16 February 2023
Shropshire boost to drug & alcohol recovery and treatment

South Shropshire MP Philip Dunne welcomes grant to Shropshire Council of £1 million in extra funding to combat drug and alcohol misuse over the next two years. 

This funding will help to improve services for people addicted to drugs and alcohol and will contribute to curbing related crime.

This funding builds on the Government’s ambition in the next 10 years to deliver a state-of-the-art treatment and recovery service for those struggling with addictions – whilst helping to deliver and reduce drug use to an all-time 30-year low.

The extra funding means Shropshire Council has seen a 22% boost in funding to provide services, taking the overall committed spending to £3.3 million until 2024/25. The overall national funding will enable the creation of over 50,000 high-quality places for drug and alcohol treatment.

Funding will also enable the local authority to hire more staff to work with people with drug and alcohol problems, support more prison leavers into treatment and recovery services, and invest in enhancing the quality of treatment they provide. More people will benefit from residential rehabilitation or inpatient detoxification, while improvements to the recovery services will sustain them outside of treatment – helping to reduce relapse rates.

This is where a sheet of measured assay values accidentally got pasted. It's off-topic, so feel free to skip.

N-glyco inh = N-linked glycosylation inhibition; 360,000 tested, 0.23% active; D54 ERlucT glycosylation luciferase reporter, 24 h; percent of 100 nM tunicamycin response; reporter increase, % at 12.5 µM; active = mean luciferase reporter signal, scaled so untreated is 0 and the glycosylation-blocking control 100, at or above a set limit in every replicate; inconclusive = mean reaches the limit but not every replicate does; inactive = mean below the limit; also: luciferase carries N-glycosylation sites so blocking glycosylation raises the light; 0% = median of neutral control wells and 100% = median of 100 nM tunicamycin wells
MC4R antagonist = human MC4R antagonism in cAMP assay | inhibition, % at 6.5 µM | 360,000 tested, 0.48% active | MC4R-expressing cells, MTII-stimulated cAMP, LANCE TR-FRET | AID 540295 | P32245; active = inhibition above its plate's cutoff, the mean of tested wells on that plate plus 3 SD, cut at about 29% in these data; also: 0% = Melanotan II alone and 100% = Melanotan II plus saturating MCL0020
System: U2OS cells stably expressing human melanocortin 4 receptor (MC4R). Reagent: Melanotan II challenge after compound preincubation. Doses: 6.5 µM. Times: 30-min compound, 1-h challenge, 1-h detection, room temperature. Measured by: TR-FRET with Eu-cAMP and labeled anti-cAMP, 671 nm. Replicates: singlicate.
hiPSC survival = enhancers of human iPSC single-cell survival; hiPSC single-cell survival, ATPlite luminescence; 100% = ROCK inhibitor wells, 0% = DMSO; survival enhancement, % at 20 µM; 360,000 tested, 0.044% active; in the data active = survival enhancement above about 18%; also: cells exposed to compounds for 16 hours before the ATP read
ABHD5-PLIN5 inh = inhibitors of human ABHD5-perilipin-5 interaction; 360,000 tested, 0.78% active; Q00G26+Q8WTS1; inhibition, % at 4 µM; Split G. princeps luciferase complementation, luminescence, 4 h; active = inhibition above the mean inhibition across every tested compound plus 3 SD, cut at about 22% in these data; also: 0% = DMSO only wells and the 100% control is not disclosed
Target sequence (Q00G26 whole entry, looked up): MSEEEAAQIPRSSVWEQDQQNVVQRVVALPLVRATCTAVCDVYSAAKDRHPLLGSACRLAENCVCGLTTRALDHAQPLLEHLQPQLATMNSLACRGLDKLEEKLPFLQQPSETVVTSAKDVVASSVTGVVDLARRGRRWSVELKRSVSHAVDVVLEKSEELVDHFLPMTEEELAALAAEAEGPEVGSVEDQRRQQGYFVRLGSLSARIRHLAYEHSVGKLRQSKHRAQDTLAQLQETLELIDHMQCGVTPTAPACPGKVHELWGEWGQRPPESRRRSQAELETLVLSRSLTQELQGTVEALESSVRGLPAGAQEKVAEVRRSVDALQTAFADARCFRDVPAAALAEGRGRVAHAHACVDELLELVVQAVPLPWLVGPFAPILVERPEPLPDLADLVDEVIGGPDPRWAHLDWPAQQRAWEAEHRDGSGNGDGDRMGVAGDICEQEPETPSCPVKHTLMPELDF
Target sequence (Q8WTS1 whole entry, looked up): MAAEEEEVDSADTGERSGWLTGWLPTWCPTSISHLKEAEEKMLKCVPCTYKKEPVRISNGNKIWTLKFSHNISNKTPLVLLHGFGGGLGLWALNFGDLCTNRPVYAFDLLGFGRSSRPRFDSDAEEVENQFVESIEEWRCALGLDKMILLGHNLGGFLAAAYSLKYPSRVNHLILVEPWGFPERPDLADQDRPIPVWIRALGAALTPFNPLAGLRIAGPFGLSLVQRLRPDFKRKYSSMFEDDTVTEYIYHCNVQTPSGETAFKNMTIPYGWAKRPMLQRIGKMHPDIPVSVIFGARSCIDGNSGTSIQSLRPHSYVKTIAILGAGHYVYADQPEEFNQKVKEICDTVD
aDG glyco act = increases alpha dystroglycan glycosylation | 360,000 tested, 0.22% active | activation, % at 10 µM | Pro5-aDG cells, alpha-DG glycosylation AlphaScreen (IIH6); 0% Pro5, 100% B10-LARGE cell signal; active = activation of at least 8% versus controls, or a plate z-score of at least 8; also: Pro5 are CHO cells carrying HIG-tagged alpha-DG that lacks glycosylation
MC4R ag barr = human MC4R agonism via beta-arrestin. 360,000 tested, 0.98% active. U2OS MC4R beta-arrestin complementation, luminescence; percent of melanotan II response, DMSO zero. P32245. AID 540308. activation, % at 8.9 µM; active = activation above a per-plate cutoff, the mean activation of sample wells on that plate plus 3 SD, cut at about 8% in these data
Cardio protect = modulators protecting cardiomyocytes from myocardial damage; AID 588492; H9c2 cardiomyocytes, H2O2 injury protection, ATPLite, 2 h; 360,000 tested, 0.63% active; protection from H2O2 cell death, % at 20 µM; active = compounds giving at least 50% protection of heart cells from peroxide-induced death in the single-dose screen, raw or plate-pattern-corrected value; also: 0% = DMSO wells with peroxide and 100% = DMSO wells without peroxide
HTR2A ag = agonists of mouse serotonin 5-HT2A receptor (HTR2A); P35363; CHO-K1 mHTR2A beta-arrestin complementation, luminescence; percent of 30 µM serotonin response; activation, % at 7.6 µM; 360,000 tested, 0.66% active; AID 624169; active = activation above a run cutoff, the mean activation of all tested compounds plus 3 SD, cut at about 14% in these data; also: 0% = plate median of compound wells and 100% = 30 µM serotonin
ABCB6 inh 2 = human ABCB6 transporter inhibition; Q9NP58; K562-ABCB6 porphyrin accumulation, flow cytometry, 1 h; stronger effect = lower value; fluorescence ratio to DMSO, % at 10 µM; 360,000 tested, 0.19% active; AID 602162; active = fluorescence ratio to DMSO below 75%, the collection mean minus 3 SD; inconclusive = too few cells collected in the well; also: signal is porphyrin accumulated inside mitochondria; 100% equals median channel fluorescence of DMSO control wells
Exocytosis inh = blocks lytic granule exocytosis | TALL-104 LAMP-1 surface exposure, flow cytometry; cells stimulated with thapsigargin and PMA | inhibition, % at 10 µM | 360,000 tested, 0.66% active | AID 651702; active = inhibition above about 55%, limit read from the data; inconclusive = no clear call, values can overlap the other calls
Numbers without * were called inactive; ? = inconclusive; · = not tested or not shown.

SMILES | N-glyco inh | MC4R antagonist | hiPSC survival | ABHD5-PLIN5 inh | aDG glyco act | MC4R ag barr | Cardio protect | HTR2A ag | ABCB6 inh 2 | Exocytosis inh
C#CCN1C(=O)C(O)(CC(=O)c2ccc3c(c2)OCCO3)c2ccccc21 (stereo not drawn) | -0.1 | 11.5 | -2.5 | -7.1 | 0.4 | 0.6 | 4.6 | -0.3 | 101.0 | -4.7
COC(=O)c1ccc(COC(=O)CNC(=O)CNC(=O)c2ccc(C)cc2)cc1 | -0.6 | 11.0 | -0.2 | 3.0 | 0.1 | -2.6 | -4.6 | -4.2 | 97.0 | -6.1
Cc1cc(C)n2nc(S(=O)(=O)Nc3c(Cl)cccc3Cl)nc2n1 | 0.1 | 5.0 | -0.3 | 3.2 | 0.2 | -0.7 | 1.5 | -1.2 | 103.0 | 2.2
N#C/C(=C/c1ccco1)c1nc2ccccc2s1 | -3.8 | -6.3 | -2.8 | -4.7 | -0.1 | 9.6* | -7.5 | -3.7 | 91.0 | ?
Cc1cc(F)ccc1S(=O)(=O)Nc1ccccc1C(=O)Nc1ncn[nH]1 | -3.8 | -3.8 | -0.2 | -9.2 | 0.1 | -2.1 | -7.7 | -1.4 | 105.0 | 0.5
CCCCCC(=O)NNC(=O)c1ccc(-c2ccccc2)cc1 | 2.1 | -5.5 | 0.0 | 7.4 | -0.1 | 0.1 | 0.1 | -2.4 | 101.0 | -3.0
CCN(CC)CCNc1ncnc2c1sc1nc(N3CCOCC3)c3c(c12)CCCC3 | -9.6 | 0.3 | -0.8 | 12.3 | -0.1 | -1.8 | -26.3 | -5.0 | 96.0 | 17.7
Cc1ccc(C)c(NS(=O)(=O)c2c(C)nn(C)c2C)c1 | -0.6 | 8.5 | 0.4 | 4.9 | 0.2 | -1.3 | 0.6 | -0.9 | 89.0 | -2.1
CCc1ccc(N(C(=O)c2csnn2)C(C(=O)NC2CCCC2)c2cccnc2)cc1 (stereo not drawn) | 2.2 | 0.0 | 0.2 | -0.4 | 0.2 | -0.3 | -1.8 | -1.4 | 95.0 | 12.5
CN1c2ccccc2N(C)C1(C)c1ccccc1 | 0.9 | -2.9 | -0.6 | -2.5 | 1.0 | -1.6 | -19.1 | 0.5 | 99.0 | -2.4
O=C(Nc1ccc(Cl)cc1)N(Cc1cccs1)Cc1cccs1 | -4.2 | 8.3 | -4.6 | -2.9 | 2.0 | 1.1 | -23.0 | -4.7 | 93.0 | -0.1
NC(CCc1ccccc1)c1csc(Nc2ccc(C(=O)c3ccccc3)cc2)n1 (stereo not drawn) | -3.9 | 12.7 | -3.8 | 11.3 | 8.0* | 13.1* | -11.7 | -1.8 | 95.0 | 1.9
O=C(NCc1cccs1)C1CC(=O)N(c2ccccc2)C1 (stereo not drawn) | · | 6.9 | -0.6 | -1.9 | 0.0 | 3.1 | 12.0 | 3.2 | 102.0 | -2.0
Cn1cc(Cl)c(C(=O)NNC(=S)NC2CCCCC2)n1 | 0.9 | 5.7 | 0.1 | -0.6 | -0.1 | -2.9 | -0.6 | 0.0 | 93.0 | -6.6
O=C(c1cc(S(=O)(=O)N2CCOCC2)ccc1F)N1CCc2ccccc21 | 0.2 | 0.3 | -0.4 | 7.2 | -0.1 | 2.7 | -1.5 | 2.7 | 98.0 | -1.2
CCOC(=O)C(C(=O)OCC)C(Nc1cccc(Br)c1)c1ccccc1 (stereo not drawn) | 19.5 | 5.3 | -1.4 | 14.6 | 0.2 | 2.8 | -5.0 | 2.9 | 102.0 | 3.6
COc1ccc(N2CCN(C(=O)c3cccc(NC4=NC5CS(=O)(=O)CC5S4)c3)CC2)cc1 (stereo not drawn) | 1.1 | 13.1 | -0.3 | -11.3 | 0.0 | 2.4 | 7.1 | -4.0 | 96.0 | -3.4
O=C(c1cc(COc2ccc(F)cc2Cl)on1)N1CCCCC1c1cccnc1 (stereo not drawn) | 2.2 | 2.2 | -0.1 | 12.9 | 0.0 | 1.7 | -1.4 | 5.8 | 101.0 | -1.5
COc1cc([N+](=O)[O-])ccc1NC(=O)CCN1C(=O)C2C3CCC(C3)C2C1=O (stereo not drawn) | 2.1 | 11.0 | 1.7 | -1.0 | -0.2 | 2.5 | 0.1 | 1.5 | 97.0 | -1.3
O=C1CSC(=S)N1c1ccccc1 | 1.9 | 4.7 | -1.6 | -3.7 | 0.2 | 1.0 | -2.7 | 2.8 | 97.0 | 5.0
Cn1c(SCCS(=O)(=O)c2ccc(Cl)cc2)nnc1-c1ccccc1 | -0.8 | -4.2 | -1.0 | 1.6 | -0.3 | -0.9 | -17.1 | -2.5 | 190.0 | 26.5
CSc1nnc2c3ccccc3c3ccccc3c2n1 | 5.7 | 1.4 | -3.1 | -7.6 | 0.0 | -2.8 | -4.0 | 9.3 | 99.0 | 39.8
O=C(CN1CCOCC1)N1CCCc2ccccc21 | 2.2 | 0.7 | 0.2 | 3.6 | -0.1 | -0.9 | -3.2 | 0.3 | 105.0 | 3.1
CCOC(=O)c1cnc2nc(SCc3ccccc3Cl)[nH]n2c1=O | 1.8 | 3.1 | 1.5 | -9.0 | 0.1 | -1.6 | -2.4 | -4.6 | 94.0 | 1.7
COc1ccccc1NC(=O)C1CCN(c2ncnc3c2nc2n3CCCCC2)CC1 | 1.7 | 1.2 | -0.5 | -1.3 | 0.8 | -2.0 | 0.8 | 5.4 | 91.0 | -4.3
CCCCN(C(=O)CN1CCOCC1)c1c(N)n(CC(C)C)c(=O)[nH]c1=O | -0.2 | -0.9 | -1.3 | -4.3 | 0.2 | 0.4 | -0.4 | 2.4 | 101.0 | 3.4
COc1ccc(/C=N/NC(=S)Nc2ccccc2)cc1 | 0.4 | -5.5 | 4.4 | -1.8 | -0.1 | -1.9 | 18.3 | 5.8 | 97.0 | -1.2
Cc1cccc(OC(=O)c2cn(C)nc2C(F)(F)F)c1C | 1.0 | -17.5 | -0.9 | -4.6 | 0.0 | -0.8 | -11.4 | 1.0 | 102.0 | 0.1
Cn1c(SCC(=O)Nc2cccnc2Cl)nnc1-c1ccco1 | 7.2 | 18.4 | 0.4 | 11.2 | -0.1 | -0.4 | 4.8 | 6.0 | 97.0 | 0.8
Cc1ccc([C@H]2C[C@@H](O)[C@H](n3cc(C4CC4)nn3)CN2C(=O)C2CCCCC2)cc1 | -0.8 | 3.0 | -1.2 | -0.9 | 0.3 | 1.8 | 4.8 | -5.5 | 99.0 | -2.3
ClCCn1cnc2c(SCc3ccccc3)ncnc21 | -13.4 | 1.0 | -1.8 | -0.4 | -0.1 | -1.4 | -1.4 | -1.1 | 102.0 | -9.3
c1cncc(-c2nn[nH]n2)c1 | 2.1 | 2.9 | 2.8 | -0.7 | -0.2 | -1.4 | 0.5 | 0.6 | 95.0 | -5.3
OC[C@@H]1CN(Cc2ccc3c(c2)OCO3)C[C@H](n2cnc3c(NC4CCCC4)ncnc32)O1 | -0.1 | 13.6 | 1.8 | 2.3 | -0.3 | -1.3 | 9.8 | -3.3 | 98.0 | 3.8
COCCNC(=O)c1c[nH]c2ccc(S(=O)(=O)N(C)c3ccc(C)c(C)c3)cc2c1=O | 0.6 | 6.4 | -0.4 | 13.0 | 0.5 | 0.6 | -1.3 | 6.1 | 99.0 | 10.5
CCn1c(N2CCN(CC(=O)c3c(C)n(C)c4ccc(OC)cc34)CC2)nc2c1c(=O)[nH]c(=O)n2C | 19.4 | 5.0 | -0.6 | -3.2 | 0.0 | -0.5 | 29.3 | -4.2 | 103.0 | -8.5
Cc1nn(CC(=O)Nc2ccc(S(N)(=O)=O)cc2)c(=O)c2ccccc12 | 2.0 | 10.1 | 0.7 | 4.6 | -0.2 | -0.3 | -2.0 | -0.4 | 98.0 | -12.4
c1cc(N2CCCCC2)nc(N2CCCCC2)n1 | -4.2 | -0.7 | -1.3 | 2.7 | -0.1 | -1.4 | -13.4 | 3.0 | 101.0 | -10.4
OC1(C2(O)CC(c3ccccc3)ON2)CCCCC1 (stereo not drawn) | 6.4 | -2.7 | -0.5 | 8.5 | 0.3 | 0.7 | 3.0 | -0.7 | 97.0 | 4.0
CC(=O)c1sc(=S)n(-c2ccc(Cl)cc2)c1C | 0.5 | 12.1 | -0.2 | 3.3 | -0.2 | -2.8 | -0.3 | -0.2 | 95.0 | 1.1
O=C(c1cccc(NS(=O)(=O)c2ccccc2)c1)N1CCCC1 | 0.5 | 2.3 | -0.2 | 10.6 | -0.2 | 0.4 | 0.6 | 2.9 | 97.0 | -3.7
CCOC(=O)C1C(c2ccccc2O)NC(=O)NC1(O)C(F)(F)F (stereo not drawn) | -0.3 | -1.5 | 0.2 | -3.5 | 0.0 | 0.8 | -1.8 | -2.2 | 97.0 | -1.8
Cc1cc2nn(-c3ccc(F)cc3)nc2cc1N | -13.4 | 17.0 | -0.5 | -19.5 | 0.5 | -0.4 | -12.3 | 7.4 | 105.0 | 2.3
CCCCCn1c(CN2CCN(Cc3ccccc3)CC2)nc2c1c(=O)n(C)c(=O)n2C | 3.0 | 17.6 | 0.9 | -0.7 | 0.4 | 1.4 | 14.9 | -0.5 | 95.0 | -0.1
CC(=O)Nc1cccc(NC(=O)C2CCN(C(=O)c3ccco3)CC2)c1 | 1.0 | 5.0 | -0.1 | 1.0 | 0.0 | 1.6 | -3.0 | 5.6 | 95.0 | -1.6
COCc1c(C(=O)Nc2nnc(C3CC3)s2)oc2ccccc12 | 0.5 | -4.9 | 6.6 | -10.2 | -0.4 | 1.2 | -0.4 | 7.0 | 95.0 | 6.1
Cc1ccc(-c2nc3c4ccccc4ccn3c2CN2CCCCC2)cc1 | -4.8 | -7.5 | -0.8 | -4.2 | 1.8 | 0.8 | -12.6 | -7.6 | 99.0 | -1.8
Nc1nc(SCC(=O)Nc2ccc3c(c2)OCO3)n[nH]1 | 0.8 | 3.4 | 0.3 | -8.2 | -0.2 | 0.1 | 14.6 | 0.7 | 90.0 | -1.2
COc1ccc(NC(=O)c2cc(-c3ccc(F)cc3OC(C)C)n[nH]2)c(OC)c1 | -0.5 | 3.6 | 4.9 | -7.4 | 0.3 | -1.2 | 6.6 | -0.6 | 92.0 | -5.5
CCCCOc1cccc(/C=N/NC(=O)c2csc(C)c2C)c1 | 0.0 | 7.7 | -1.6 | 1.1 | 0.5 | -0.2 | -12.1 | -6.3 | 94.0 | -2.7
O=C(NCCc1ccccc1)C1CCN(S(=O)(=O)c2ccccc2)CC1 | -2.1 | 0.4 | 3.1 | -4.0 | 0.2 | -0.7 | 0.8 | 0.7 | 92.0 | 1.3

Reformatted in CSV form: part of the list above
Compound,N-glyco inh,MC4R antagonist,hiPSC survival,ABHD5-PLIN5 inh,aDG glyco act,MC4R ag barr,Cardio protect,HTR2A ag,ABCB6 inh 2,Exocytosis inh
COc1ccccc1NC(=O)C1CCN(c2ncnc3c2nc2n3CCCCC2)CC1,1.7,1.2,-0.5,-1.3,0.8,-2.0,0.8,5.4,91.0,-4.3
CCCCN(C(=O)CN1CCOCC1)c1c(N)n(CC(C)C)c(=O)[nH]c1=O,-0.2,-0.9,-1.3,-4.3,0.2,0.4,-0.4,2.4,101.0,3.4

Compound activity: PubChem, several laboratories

Philip Dunne said:

“Drug and alcohol misuse has a massive impact on the wider community including families of those suffering from addiction. Staggeringly we see more than 3,000 people pass away each year due to misuse.

This funding locally in Shropshire will provide life changing recovery services. These are crucial for rehab and will provide a high quality setting where those who struggle with addiction can be provided with specialised staff trained to deal with addiction.

Many other countries on the continent have much lower rates of relapse credited to their treatment and recovery services. Today’s announcement is a step in the right direction to helping get people’s lives back on track. This in turn will reduce the pressure on the NHS in helping those suffering with addiction, who often attend A & E. 

This will also help drive down crime, where about half of thefts, burglaries, and robberies, are related to addiction.”